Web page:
Your gut health plays a role in helping to maintain a blemish-free complexion and beautiful skin – here’s how.
Your skin needs a constant supply of essential vitamins and minerals – as well as plenty of water – to look and feel healthy. If you deprive your body of these nutrients, by eating a diet high in sugar and saturated fat, for example, then your skin will suffer in the long term. Clear, glowing skin is a good sign you’re healthy on the inside and the outside.
As well as a good diet, though, your gut health – or, more specifically, the bacteria in your gut – may have the power to influence your skin health.
How are gut health and skin health linked?
Inside your gut, there are millions of ‘microbial cells’ – bacteria, viruses, and yeasts. There are ‘good’ and ‘bad’ microbial cells – the good keep you healthy and fight off the bad, which are those that cause disease and illness.
These cells play an important role in digesting food and keeping you healthy. Interestingly, there are more of these microbial cells than there are human cells.
Sometimes, though, there can be an imbalance in your gut microbiome. An imbalance means that there are too many bad bacterial cells or not enough good bacterial cells.
Stress, a poor diet, and antibiotic usage can all lead to an imbalance. When the balance of bacteria in your gut is out of whack, there can be inflammation in the body – and that’s where the link to skin health occurs.
The gut-skin connection
Gut health doesn’t cause bad skin as such. Rather, researchers suspect that the imbalance in gut bacteria contributes to the development of skin conditions like acne and even eczema. Both acne and eczema are inflammatory skin conditions, and inflammation occurs when the immune system is fighting against bad bacteria.
Restoring the balance of bacteria in the gut could, therefore, have positive benefits for the skin, with emerging research suggesting probiotics may help to address problem skin.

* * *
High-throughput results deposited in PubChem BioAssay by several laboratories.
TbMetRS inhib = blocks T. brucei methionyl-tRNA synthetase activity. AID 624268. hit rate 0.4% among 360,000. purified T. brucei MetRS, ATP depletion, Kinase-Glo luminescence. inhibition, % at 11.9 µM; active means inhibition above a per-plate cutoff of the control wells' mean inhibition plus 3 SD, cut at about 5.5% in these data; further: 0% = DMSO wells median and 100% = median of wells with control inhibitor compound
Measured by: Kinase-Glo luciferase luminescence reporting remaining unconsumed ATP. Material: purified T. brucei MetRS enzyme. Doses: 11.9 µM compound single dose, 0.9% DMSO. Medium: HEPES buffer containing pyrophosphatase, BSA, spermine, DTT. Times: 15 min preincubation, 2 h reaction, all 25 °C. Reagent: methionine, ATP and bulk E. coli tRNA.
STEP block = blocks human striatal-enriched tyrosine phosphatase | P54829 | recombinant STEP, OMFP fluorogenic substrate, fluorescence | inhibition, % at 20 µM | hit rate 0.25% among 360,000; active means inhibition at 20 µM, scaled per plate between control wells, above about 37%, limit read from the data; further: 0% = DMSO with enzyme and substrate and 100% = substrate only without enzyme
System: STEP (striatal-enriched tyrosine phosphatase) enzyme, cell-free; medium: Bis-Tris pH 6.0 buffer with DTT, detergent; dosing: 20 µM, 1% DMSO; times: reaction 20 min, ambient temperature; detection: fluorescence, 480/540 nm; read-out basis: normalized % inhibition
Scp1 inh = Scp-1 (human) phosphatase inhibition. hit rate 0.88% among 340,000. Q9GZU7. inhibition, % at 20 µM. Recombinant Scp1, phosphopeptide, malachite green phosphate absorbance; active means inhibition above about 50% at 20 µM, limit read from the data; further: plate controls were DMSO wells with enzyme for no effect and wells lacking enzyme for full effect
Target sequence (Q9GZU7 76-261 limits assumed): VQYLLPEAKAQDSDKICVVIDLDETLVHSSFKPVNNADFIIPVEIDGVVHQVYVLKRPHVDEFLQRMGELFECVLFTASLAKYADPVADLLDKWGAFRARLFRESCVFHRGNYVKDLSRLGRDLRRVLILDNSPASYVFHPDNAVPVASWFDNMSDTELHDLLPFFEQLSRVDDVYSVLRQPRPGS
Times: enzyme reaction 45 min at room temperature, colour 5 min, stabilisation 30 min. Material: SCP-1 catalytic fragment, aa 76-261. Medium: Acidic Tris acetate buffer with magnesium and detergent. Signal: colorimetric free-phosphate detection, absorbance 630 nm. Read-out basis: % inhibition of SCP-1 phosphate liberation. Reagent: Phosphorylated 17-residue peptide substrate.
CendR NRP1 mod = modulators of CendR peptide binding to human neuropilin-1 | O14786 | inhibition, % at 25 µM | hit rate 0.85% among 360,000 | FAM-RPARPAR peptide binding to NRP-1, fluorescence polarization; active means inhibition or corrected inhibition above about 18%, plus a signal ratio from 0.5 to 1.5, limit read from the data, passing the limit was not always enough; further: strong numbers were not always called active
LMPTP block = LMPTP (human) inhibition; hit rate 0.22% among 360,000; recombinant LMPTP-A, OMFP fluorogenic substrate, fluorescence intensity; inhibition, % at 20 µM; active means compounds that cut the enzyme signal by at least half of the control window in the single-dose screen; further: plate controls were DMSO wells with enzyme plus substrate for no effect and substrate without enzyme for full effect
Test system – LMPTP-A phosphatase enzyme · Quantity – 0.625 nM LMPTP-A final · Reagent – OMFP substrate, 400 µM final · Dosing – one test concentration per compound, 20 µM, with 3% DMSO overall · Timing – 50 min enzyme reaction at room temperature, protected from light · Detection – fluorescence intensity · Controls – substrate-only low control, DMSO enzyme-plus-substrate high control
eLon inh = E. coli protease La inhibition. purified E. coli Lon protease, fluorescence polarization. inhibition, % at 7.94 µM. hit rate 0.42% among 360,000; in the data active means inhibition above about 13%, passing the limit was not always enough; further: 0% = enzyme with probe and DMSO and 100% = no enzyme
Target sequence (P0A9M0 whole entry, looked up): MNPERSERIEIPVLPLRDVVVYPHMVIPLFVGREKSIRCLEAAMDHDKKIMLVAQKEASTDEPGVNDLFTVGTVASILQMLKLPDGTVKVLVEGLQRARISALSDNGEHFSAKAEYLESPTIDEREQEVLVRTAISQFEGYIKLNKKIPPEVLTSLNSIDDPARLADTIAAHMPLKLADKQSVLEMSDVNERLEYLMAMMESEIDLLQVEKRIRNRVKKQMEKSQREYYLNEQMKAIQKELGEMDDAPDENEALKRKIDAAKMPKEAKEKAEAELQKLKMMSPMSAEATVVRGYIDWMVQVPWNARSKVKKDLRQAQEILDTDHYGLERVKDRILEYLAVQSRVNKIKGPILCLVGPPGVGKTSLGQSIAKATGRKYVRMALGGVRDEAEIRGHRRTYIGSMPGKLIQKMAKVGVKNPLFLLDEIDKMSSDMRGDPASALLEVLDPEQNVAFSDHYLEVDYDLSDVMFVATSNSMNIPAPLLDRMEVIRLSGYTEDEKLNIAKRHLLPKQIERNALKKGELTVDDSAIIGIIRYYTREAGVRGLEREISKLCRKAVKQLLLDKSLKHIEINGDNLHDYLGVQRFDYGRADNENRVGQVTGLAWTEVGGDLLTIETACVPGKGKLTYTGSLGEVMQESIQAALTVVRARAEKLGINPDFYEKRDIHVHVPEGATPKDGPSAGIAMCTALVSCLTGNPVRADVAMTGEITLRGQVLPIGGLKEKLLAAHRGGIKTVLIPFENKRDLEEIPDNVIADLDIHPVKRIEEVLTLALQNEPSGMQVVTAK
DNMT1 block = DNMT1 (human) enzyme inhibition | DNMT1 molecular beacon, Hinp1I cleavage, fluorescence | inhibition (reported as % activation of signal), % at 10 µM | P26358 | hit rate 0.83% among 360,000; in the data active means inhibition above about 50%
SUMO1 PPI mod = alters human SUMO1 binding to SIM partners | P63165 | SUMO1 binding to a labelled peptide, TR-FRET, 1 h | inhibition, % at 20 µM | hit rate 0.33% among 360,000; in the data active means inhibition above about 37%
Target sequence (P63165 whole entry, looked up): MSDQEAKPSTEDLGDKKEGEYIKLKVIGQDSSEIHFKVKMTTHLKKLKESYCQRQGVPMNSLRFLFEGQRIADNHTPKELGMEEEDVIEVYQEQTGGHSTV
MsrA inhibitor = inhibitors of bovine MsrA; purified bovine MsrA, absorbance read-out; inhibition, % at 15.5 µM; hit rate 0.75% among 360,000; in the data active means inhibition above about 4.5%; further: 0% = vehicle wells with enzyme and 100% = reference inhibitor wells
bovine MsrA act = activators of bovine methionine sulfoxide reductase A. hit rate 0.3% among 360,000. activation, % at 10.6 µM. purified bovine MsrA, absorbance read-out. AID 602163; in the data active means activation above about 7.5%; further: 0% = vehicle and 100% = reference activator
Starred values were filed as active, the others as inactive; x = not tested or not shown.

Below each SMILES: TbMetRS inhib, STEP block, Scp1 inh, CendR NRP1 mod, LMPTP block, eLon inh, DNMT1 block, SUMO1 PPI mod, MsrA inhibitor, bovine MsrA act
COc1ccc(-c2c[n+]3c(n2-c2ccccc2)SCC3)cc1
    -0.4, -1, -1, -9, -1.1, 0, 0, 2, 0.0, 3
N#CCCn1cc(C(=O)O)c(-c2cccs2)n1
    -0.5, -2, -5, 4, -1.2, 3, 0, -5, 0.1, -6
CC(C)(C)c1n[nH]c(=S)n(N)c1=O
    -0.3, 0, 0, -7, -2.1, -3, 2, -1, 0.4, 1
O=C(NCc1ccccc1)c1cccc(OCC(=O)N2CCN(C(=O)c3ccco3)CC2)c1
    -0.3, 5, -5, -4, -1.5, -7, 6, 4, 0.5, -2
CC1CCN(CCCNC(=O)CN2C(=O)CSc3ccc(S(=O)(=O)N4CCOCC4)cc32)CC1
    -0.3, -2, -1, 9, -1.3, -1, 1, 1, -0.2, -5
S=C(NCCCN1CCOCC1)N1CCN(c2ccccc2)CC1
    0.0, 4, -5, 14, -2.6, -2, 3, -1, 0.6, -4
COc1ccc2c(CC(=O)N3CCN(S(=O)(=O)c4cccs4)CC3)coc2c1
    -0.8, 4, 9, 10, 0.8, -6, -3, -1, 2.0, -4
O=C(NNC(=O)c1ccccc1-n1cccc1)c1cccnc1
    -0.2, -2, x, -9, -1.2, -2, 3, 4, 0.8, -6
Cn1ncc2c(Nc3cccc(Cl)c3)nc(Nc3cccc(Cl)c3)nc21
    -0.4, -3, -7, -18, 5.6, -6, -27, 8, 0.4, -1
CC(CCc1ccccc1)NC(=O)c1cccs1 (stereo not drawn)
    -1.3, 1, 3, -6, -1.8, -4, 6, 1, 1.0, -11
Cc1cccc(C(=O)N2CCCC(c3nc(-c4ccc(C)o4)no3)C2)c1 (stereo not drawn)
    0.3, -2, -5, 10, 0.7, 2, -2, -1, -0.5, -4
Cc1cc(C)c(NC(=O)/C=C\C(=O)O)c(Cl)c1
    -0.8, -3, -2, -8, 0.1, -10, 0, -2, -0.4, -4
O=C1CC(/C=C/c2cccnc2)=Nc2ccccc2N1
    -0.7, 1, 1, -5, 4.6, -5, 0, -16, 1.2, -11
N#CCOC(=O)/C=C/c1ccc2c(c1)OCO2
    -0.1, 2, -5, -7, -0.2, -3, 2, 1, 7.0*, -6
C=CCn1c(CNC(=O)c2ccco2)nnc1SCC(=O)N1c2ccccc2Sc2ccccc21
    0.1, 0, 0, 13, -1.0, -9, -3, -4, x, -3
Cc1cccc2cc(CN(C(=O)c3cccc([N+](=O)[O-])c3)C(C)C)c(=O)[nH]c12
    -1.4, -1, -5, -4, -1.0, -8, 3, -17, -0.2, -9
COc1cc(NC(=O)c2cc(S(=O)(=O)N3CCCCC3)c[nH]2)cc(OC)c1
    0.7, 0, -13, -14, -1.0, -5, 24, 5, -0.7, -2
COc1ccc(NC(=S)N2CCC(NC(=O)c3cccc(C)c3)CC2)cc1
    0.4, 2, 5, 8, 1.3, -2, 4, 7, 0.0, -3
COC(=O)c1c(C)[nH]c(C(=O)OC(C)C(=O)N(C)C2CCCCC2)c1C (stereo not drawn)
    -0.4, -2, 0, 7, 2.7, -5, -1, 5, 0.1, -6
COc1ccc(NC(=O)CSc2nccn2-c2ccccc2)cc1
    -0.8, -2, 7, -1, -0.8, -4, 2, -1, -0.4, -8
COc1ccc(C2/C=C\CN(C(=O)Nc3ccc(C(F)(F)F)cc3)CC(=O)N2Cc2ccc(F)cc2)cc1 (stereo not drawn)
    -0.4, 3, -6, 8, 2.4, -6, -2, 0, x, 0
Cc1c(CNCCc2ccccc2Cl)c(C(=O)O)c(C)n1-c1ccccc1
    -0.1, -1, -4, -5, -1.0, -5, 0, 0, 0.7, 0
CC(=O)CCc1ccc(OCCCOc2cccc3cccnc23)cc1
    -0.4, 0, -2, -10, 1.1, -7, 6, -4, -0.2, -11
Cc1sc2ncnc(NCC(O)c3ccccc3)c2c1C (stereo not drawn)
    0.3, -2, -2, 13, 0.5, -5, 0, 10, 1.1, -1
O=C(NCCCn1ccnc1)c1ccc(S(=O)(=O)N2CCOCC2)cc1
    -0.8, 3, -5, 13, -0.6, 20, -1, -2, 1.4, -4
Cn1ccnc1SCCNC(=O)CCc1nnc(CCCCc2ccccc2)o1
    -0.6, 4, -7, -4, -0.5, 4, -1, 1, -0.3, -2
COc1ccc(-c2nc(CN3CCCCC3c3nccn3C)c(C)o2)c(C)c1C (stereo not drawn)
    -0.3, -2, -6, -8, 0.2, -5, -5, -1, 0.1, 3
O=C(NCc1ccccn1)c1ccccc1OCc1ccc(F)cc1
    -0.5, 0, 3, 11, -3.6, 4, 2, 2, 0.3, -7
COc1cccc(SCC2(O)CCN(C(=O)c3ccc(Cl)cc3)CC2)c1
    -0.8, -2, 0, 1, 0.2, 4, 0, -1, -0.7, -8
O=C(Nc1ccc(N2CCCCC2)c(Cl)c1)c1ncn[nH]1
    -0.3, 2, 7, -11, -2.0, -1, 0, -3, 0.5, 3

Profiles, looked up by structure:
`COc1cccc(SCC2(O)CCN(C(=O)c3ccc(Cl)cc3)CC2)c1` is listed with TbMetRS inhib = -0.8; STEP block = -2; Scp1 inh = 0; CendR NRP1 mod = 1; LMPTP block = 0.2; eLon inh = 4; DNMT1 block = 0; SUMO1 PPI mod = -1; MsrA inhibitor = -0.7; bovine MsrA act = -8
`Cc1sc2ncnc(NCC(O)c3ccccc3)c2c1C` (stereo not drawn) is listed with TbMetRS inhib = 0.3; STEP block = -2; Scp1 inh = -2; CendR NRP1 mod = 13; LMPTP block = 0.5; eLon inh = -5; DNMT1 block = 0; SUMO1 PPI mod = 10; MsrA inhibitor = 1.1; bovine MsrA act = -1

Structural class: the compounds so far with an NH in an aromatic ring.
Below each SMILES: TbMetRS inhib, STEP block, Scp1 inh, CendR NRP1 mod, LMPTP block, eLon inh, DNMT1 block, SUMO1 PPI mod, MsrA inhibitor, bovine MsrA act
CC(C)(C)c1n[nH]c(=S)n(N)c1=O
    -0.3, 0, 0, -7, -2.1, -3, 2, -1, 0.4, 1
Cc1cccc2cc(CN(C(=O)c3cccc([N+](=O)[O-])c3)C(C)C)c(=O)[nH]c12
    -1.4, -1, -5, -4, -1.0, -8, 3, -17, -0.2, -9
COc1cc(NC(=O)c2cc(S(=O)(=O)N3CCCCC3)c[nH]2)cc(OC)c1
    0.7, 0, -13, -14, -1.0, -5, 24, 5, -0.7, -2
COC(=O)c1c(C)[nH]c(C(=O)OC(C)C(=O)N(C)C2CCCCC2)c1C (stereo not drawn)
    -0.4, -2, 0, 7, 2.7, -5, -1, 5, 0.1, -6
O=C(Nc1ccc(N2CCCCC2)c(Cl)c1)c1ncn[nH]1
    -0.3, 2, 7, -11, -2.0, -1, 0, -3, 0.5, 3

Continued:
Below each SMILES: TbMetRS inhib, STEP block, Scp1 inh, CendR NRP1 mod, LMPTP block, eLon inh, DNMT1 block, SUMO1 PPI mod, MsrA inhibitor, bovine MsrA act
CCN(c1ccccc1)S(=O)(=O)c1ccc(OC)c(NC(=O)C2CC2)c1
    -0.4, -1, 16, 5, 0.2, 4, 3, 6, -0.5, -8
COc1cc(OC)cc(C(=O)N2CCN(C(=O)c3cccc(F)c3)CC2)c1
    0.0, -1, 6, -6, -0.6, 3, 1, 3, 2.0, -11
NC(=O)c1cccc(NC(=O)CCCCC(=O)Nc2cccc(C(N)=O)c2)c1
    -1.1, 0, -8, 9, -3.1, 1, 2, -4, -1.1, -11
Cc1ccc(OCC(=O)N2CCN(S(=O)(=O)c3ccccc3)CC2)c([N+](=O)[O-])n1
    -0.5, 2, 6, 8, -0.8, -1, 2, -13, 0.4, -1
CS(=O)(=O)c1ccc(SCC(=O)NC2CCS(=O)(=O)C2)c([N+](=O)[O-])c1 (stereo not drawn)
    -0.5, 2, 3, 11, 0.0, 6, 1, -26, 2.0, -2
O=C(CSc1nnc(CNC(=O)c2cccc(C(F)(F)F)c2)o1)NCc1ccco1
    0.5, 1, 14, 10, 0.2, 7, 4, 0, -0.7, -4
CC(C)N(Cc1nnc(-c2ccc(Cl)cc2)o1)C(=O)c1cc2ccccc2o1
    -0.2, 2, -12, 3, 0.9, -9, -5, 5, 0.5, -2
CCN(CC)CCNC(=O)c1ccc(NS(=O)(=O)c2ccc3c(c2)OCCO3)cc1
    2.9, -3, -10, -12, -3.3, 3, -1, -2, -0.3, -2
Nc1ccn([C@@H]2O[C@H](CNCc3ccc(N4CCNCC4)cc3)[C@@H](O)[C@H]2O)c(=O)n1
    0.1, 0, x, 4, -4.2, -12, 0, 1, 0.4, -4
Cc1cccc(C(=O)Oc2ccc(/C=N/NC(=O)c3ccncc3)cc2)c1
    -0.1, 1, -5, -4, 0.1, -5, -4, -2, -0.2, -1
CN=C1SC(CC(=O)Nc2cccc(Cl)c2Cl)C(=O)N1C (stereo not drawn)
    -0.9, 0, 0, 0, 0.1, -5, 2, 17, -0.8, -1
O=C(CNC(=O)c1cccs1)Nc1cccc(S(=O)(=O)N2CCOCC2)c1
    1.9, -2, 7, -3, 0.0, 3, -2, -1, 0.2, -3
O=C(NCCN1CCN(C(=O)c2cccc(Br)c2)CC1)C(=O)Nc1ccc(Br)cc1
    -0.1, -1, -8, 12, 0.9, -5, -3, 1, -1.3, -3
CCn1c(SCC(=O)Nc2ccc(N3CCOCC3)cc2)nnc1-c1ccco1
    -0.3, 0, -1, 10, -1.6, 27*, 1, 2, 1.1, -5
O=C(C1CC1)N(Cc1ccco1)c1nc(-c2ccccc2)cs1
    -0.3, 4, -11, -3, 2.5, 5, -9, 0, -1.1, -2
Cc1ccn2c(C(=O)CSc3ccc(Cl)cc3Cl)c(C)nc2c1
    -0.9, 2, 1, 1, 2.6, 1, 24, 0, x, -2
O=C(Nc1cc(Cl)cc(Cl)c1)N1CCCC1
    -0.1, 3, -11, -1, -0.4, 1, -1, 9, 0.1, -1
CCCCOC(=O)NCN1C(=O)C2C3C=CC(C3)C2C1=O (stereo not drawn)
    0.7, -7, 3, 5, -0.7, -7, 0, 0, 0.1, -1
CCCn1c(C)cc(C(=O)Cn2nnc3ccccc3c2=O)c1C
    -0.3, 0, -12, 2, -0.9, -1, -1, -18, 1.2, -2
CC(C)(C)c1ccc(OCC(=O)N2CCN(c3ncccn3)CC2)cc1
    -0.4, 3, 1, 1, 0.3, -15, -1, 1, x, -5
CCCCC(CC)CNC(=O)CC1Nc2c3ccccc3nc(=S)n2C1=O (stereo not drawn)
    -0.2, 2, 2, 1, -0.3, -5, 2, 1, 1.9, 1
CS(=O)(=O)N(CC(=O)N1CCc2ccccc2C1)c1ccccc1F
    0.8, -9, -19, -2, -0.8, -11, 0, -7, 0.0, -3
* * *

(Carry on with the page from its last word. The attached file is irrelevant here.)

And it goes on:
Some earlier research from 2001, which studied 114 people with acne, suggested probiotic usage could help acne to clear up faster1.
Also, in 2008, Italian researchers proposed that small intestinal bacterial overgrowth, also known as SIBO, is more prevalent in acne sufferers than it is in people without acne2.
But while there’s a growing body of evidence linking gut health to skin health, the concept isn’t new. In 1930, dermatologists John H. Stokes and Donald M. Pillsbury suggested that mental health conditions such as anxiety and depression could alter the gut flora which results in the inflammation that causes skin conditions such as acne2.
What causes an imbalance?
Your gut bacteria can be impacted by:
- Antibiotics – because antibiotics kill both good and bad bacteria, the bad can take over from the good after one or more courses
- Stress – and a lack of sleep
- A poor diet – not enough fruits, vegetables and whole grains, or too many high-sugar and high-fat foods
Helping to correct imbalances
Here’s how you can help to maintain a healthy gut and, in turn, support skin health:
- If you use antibiotics, take a probiotic – a probiotic can help to restore the balance after antibiotic use
- Eat a healthy diet, full of fresh fruits, vegetables and whole grains – and avoid processed foods high in sugar and saturated fat
- De-stress – focus on actively reducing your stress levels
- Eat fermented foods – foods that are naturally high in live cultures include sauerkraut, miso, kefir and yoghurt